Thomas Hight was the quintessential white man ...I felt gratitude toward him while at the same time feeling that he was everything that stood in the way of my freedom, my manhood, and my people's ultimate deliverance. If these conflicting sentiments were meteorological, they would have conjured a tornado in that small apartment. Added to my already ambivalent feelings was the deep desire in me to respect and admire this man., not because of who Thomas Hight was or what he'd done but because he was the hero of all the movies, books, TV shows, newspapers, classes, and elections I had witnessed in my forty-seven hears. I had been conditioned to esteem this man and I hated that fact.... I owed him respect and admiration. It was a bitter debt.
Mosley includes two other interesting white characters. There is Peter Rhone who lost the love of his life in the Watts riots, gave up on the white race, and became the personal manservant to Mouse's girlfriend. Others are men Easy helped in the past - Hans Green, restaurant owner

I'm a white man, he said, an Aryan. I golf, belong to a men's club. My parents came to America in order to be free and to share in democracy, but in ten minutes with you and I've had arguments with four people about their bigotry. If that's what I face in ten minutes, what must life be like for you twenty-four hours a day.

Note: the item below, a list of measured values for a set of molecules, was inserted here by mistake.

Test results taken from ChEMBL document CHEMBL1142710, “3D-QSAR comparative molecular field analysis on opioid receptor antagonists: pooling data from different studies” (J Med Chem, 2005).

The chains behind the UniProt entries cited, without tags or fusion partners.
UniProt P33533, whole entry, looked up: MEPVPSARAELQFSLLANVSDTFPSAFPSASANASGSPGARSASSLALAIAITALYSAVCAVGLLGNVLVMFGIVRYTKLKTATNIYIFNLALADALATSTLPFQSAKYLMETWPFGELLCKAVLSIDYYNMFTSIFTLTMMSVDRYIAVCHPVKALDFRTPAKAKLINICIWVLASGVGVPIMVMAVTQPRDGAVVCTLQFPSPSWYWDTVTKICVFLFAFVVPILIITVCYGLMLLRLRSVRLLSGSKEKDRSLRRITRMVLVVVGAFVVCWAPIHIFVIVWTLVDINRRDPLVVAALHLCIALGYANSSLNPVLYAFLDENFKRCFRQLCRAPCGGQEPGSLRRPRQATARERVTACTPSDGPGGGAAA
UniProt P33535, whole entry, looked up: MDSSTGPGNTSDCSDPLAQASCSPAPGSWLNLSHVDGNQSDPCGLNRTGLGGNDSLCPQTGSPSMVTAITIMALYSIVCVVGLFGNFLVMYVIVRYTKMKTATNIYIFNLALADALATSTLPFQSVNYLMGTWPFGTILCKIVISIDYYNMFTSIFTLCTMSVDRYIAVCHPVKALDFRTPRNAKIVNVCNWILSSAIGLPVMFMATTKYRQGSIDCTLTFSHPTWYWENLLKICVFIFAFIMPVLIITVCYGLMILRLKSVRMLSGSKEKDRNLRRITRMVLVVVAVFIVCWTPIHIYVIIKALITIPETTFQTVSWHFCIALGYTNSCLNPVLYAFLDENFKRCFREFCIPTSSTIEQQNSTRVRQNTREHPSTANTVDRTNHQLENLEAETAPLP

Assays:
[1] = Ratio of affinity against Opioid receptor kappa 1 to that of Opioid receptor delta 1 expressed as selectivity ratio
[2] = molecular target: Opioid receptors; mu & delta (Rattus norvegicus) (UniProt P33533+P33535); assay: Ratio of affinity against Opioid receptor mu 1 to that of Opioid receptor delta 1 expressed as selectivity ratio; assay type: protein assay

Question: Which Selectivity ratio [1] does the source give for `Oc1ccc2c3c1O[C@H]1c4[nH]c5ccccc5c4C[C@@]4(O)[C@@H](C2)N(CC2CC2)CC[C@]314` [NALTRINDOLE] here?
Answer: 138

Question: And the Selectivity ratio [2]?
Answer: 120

Ten years ago I didn't have it so bad, I said. "Things have gotten worse?" In a way. Ten years ago you wouldn't have been able to seat me. Ten years ago I wouldn't have been in this neighborhood. Slavery and what came after are deep wounds, Hans. Any, you know, healing hurts like hell."
Are Rhone and Green extremes?

Rawlins doesn't have formal education but he is well read, intelligent, and deeply philosophical. It is interesting to see how Mosley adjusts Rawlins speech depending on who he is talking to. Talikng to Hans he is one person. Talking to other African -Americans on the street he is someone else. This isn't an unusual technique, I suppose, but I haven't read a book that used it in a while nor with the skill Mosley Mosley uses in his dialog.

Mosley is an important author in the field of crime fiction (and writing in general, I'd say) and I recommend Blonde Faith without reservations.